On 09 Jul 2011, at 07:07, Colin Geoffrey Hales wrote:

Down the bottom.... if you dare.... there be dragons...   :-)

-----Original Message-----
From: everything-list@googlegroups.com on behalf of Jason Resch
Sent: Sat 7/9/2011 1:23 AM
To: everything-list@googlegroups.com
Subject: Re: COMP refutation paper - finally out

On Fri, Jul 8, 2011 at 1:56 AM, Colin Geoffrey Hales <cgha...@unimelb.edu.au
> wrote:

> Hi,****
>  ****
> You have missed the point. When you feel pain in your hand your are feeling > it because the physics of specific specialized small regions of the cranial > central nervous system are doing things. This includes (1) action potentials > mutually resonating with (2) a gigantic EM field system in extremely complex
> ways. *Exactly how and why this specific arrangement of atoms and
> behaviour delivers it is irrelevant. It is enough to know that it does*. > More than that it is the ONLY example of natural cognition we have.****
>  ****
> The whole point of this argument is that unlike any other time in the > history of science, we are expecting the particular physics (that we know > delivers cognition) can be totally replaced (by the physics of a computer
> or even worse, a non-existent Turing machine) , yet still result in
> cognition. ****
> It's not the "totally" that is the problem. Bruno asks if you can replace > a part of a brain with something that does the same computation (at some > level) and have no effect on the conscious (or unconscious) life of that > person. This certainly seems plausible. But it relies on the remaining > world to continue interacting with that person. So in his idea of replacing > physics with computation he has to suppose replacing all of the brain plus > everything that interacts with the brain. In other words a simulation of > the person(s) and the universe. Then within the simulation EM fields are > computed and supply computed illumination to computed eyes and brains. He > invites us to consider all this computation done by a universal dovetailer, > a computer which also computes all possible computable universes as it > goes. But to me it seems a great leap from computing what a piece (or even > all) of a brain does to computing a whole (quantum) universe. I'm not at > all sure that the universe is computable; and it's certainly a different
> question than whether I would say yes to the doctor.
> *This entire scenario has nothing to do with what I am talking about. > Bruno is talking about the universe AS abstract computation. Ontology. I am > talking about a completely different area: the computation of descriptions > of a universe; descriptions compiled by observers within it called 'laws
> of nature'. ***
> ** **
> *This is the main problem. We are speaking at cross purposes. Computation > by computers made of bits of our universe is not the same is describing of a > universe of ontological primitives interacting. I find the latter really > interesting, but completely irrelevant to the task at hand, which is to > create artificial cognition using the real world of humans and the stuff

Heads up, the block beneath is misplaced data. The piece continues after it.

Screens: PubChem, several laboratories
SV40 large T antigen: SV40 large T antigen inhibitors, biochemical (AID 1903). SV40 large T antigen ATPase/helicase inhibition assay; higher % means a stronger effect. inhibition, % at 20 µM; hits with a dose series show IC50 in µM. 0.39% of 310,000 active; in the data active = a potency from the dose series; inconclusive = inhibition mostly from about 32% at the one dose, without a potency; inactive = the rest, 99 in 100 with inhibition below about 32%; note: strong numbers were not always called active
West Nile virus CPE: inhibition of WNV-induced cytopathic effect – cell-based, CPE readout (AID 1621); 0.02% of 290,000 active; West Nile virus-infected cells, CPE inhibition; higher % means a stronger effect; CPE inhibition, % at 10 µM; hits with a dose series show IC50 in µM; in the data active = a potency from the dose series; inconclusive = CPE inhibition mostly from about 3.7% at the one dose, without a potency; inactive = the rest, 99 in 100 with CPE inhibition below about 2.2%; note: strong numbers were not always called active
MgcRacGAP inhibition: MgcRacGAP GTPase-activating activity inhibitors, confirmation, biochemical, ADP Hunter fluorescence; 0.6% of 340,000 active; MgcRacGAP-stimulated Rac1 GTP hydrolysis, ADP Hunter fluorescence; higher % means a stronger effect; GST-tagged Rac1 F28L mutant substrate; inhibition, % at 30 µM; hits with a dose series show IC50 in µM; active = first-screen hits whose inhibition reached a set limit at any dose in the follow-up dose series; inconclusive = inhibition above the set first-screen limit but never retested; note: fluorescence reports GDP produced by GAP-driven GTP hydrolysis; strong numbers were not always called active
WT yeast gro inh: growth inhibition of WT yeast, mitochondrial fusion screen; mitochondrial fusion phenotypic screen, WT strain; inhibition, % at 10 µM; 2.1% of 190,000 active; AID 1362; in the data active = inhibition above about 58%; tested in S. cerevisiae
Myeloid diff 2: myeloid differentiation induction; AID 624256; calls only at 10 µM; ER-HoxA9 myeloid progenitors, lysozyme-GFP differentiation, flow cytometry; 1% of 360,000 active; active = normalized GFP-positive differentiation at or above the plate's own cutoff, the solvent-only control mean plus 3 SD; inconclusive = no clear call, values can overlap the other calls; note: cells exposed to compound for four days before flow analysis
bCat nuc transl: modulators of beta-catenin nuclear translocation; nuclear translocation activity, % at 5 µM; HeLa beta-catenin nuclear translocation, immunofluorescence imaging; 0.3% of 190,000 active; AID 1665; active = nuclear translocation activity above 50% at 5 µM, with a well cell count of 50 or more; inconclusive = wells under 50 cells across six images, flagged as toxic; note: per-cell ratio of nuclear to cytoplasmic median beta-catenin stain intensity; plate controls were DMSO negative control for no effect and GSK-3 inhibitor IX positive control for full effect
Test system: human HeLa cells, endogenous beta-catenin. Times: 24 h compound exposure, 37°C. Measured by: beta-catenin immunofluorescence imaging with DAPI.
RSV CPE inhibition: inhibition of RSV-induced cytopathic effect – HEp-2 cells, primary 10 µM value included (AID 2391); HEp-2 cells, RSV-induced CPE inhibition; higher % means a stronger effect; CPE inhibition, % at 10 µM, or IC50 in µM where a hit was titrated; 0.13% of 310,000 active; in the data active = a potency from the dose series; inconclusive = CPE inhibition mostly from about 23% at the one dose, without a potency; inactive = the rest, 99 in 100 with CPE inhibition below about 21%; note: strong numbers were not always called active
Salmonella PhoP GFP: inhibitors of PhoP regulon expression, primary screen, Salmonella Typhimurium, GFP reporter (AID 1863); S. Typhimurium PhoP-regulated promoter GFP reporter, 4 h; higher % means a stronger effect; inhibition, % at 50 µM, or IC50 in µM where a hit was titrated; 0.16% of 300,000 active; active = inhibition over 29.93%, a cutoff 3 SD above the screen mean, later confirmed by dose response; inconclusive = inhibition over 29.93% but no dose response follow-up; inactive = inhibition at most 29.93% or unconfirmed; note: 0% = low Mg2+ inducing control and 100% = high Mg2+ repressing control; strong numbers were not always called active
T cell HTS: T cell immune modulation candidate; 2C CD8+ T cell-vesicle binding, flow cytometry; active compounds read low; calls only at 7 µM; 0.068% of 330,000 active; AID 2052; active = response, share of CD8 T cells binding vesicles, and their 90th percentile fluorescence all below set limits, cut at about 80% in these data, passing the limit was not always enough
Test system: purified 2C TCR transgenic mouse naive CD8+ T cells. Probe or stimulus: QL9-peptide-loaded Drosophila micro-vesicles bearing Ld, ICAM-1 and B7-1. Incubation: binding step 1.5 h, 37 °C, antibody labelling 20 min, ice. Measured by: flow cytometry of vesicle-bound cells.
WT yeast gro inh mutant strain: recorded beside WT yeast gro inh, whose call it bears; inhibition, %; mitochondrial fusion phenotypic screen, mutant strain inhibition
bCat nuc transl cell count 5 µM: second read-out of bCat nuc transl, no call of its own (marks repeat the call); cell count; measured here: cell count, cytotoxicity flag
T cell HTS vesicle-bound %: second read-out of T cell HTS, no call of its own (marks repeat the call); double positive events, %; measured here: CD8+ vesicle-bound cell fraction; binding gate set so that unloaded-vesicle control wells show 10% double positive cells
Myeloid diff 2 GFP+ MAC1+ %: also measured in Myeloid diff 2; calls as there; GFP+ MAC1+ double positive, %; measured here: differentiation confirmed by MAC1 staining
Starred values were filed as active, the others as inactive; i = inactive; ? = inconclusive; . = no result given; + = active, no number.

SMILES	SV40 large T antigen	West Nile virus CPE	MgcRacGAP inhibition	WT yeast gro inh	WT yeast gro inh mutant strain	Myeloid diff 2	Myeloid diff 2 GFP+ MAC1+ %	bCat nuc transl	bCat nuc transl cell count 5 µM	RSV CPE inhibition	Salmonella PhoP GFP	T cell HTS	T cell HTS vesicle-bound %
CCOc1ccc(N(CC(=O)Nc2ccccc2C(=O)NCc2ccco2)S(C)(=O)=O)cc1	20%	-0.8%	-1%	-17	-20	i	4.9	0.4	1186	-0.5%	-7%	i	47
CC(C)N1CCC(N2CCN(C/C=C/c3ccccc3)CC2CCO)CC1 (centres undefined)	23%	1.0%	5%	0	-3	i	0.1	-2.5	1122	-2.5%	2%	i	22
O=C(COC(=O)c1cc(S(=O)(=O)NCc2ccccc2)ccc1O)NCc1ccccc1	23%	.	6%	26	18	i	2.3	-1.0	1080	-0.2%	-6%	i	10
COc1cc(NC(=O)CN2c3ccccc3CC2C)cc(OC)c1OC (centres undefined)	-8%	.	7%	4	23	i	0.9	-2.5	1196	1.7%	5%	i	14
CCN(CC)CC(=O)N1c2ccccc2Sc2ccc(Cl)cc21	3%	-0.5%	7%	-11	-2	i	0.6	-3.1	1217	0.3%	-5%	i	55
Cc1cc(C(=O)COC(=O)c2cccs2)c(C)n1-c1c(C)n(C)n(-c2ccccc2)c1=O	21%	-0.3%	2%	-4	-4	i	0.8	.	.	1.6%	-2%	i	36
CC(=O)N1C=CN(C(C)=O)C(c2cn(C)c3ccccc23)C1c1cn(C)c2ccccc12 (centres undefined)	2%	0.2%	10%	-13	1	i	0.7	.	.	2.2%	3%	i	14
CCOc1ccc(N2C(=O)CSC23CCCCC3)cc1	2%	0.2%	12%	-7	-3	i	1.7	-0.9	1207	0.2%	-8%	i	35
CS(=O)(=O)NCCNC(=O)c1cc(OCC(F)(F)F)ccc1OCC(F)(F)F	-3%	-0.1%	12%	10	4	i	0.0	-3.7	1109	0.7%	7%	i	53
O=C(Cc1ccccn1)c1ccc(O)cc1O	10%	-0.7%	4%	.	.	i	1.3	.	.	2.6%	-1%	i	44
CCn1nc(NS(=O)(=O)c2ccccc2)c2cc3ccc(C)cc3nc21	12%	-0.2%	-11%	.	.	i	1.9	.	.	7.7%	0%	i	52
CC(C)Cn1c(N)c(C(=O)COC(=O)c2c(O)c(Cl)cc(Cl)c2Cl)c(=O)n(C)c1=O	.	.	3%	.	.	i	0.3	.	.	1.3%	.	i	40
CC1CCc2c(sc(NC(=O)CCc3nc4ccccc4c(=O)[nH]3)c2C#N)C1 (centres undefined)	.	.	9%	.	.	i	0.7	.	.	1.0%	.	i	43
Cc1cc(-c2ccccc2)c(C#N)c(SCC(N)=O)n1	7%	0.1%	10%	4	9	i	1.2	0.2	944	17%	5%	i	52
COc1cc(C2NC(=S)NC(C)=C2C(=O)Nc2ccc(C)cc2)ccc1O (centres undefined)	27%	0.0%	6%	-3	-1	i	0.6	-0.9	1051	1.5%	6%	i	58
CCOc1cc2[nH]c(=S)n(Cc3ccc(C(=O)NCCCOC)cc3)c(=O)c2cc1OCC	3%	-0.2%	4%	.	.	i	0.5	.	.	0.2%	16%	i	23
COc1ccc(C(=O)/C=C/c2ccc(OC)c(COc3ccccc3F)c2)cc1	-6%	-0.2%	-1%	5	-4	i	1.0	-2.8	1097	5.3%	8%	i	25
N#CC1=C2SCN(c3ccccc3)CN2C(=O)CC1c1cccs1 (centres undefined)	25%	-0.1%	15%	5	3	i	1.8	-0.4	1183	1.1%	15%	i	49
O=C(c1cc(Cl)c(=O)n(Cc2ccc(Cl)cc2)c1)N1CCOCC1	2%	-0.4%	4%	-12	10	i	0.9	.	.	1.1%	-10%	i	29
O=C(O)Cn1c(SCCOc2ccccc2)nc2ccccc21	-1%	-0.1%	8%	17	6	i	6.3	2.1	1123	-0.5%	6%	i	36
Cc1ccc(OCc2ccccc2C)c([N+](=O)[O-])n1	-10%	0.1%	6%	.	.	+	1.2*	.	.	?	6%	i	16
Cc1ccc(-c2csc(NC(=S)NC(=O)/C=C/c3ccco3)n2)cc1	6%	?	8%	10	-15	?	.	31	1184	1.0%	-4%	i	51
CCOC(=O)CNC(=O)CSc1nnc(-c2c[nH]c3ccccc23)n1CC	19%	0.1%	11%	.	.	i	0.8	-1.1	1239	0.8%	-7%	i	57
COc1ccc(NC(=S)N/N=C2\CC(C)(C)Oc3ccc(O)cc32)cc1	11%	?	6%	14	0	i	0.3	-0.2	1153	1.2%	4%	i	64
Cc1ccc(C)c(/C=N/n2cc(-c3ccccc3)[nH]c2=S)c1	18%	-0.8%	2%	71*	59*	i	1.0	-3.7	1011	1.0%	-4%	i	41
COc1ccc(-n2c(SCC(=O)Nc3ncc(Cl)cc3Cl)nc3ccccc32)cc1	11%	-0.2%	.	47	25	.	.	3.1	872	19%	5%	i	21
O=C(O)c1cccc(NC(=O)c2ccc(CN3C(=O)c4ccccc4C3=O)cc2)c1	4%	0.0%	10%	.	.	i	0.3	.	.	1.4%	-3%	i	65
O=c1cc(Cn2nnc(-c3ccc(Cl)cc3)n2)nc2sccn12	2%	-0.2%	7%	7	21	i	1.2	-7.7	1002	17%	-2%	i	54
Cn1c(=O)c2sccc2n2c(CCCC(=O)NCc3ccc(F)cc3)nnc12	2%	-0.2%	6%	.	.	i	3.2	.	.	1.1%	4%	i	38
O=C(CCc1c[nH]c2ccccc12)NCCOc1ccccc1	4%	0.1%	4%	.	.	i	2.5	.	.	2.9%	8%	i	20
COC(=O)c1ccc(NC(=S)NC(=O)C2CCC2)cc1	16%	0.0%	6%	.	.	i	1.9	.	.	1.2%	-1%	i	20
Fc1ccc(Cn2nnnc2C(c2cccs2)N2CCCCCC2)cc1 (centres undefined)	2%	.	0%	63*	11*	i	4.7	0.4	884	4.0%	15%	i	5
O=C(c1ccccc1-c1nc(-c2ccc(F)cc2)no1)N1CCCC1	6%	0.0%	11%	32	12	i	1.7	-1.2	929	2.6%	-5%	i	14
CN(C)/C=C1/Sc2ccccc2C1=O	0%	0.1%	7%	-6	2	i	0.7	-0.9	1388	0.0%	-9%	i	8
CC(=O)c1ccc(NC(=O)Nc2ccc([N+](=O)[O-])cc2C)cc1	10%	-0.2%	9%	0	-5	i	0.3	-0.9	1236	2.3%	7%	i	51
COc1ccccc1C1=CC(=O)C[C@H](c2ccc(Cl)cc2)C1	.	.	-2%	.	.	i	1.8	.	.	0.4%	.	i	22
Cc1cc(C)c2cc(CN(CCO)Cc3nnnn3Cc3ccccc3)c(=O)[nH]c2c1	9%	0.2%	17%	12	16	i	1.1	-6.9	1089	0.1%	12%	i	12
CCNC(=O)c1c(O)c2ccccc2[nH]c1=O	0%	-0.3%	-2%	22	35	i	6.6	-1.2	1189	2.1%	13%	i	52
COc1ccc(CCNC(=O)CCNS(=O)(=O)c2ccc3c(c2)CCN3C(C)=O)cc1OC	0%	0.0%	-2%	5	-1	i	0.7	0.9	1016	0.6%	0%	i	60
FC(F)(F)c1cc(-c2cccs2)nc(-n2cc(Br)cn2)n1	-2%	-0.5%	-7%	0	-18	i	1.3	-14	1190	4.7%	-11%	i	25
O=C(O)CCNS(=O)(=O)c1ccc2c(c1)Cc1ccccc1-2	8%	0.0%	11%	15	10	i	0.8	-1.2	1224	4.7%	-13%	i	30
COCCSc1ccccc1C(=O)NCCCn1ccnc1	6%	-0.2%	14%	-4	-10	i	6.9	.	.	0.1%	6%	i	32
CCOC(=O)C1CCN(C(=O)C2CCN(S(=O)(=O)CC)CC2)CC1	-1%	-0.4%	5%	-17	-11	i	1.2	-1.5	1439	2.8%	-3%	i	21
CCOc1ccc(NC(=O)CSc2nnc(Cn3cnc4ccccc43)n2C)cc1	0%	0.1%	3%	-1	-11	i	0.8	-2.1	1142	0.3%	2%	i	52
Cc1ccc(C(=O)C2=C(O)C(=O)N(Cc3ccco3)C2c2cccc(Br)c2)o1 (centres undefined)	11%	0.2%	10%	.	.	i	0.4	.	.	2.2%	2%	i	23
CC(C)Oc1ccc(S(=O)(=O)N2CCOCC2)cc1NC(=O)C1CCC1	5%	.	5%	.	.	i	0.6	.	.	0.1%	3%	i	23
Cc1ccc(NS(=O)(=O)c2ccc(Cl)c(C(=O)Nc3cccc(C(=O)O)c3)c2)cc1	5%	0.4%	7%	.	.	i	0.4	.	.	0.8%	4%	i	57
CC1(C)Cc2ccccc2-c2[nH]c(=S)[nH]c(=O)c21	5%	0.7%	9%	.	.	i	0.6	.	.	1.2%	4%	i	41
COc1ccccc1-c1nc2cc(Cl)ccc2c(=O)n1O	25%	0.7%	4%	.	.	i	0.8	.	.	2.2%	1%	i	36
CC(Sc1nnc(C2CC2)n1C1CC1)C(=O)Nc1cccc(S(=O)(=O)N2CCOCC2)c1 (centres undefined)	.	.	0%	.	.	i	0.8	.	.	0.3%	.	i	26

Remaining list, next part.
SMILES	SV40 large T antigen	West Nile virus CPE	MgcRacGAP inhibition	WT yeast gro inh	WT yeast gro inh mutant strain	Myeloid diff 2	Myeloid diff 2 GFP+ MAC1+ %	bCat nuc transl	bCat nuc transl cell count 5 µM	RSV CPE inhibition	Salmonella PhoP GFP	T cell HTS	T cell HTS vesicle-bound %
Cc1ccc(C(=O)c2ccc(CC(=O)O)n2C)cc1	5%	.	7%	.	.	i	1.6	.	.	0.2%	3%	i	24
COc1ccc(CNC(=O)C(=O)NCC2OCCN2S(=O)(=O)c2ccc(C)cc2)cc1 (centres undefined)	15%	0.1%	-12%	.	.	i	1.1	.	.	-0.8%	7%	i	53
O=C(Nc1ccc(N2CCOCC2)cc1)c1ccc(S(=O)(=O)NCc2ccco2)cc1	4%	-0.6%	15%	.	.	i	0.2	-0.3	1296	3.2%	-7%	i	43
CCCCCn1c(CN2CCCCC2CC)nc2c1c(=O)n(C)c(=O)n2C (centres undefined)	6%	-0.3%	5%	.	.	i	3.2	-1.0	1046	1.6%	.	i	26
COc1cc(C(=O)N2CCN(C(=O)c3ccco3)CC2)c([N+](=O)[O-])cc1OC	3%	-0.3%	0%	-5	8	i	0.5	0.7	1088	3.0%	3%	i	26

> they are made of. *
>  ****
> If you believe that computed physics equations is indistinguishable from > physics, to the point that a computed model of the physics of cognition is > cognition, then why don't you expect a computed model of combustion physics > to burst into flames and replace your cooker? Why can't you go to work in a > computed model of a car that spontaneously springs into your life? Why don't > you expect to be able to light your room with a computed model of the > physics of a lightbulb? Why can't you compute Maxwell's equations and create
> a power station?****
> You can within a simulation.****
> ** **
> *At last, someone takes the magical step. This is the problem writ- large. > What you are saying, in effect, is that computation about X is only some > kind of simulation of X. My whole point is that I do not want a simulation > of X. I want an X. Like artificial fire is still fire. Like artificial light > is light. Like artificial lightning is lightning. Like artificial cognition > is cognition. Like an artificial round rollything (wheel) is a wheel. .... > like a million other artificial versions of a natural phenomenon created by
> humans for millennia.*
> * *
> *In using a computer, all the original physics is gone. Yet the 100%
> expectation is (apart from yourself, apparently... or.not... we have found > the inconsistency at last) that computers will lead to AGI is the state of > the game. Yet it involves entirely disposing of the natural phenomenon that > we know originates it. It replaces the entire physics with the physics of a > computer ... and then expects to get the natural phenomenon out of it!*

Ultimately physics is just  set of well defined rules (algorithms) and
matter and energy is just information.

It is not unreasonable to imagine that information sits at the core of
> physics, just as it sits at the core of a computer.
> It from bit. Otherwise put, every 'it'-every particle, every field of > force, even the space-time continuum itself-derives its function, its
> meaning, its very existence entirely-even if in some contexts
> indirectly-from the apparatus-elicited answers to yes-or-no questions, > binary choices, bits. 'It from bit' symbolizes the idea that every item of > the physical world has at bottom-a very deep bottom, in most instances-an > immaterial source and explanation; that which we call reality arises in the > last analysis from the posing of yes-no questions and the registering of
> equipment-evoked responses; in short, that all things physical are
> information-theoretic in origin and that this is a participatory universe.
> (John Archibald Wheeler 1990: 5)

More and more information is being shown to be a critical property of the universe, in entropy, the holographic principle, quantum mechanics, Shanon's laws of information carrying capacity, extreme physical information etc. It